The apparent shrinkage of the monetary base has gotten attention from some pundits lately. I have warned that the apparent shrinkage was really a shell game that flows from the way the economic priesthood defines reserves, not in any real change in the excessive quantity of money that has driven the stock and bond market bubbles.
Reserves are narrowly defined as cash in circulation and bank reserve deposits at the Fed, which is the largest component. When taxes are paid to the Federal Government or the government raises money through net new debt offerings, money flows from bank reserve deposits to the US Treasury account at the Fed. That cash is excluded from “reserves” by definition, but only temporarily. Both bank reserve deposits and US Treasury deposits at the Fed are still Fed short term liabilities. They’re just different line items. When the Treasury ultimately spends the cash, it flows back into banks and is shifted back to reserve deposits on the Fed’s balance sheet.
There are 2 other line items in this shell game. The Fed offers Term Deposits from time to time. These are typically 7 day duration deposits. When there’s what’s called a Term Deposit Facility offering, again money is simply shifted from reserve deposits, which are just like your checking account at the Fed, to these short term deposits which are like savings accounts or very short term CDs. Again, these term deposits are excluded from the definition of reserves. But the money never went away. It’s just stashed under a different line item that isn’t counted as reserves or as part of the monetary base.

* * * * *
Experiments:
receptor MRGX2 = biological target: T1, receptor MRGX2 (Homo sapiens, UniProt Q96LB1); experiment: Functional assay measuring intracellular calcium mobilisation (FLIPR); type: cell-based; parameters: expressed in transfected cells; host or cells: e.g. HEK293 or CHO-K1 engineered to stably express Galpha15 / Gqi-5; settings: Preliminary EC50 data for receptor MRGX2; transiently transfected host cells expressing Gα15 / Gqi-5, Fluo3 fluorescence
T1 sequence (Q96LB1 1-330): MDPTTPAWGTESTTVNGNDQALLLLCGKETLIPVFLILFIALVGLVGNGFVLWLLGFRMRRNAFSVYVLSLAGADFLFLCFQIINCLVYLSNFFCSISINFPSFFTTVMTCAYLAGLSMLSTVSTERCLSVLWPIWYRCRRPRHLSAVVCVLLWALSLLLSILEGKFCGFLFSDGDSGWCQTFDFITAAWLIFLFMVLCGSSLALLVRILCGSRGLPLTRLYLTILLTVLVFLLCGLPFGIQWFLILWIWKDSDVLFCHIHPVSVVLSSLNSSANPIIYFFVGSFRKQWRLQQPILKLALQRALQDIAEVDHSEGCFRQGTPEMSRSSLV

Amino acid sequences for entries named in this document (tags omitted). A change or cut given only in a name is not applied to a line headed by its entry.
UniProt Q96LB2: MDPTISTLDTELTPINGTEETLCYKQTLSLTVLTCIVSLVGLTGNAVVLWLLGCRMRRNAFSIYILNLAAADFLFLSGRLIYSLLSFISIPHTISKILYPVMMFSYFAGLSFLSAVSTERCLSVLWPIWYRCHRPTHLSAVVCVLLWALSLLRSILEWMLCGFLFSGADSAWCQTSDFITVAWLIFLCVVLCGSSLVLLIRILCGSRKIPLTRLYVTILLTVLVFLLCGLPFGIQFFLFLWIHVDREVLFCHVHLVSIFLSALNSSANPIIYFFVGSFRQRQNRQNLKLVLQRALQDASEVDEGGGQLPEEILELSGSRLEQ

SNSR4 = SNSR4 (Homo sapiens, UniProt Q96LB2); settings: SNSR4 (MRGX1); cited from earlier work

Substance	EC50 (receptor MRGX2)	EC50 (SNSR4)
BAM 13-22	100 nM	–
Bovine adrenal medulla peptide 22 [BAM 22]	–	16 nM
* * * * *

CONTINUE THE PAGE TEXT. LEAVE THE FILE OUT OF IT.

Finally, there’s another line item on the liability side of the Fed’s balance sheet called Reverse Repos, or RRPs. RRPs are overnight money which banks and money market funds “lend” to the Fed, instead of holding them as deposits at the Fed as they normally would. This is a distinction without a difference. To the banks, there’s no practical difference between a deposit and an overnight RRP. But the Fed and economists exclude these RRPs from the definitions of reserves and monetary base. It’s semantics. The money is still essentially immediately available. And there are still multiples too much of it in the system, fueling asset bubbles.
The apparent decline in the monetary base over the past 2 years was driven by shifts from two line items on the Fed’s balance sheet, not by any real shrinkage of money. First there was a massive buildup of the Treasury’s cash at the Fed as it sold more debt than it needed to from 2014 until late 2016. When investors and dealers bought the debt, that cash came from their bank accounts, moving from reserve deposits to Treasury deposits on the Fed’s balance sheet. By definition, the monetary base shrank, but in reality, all the money was still there, ready to circulate at a moment’s notice.
Secondly, year end institutional window dressing at the end of 2016 saw a massive movement of cash from reserve deposits to RRP on the Fed’s balance sheet. Holding Fed RRPs supposedly makes the balance sheets of the banks and MMFs look better to investors. So at the end of each quarter, and particularly at year end, institutions move large quantities of cash from reserve deposits into RRPs. The money then comes out of the RRPs after the quarter ends as fast as it went in.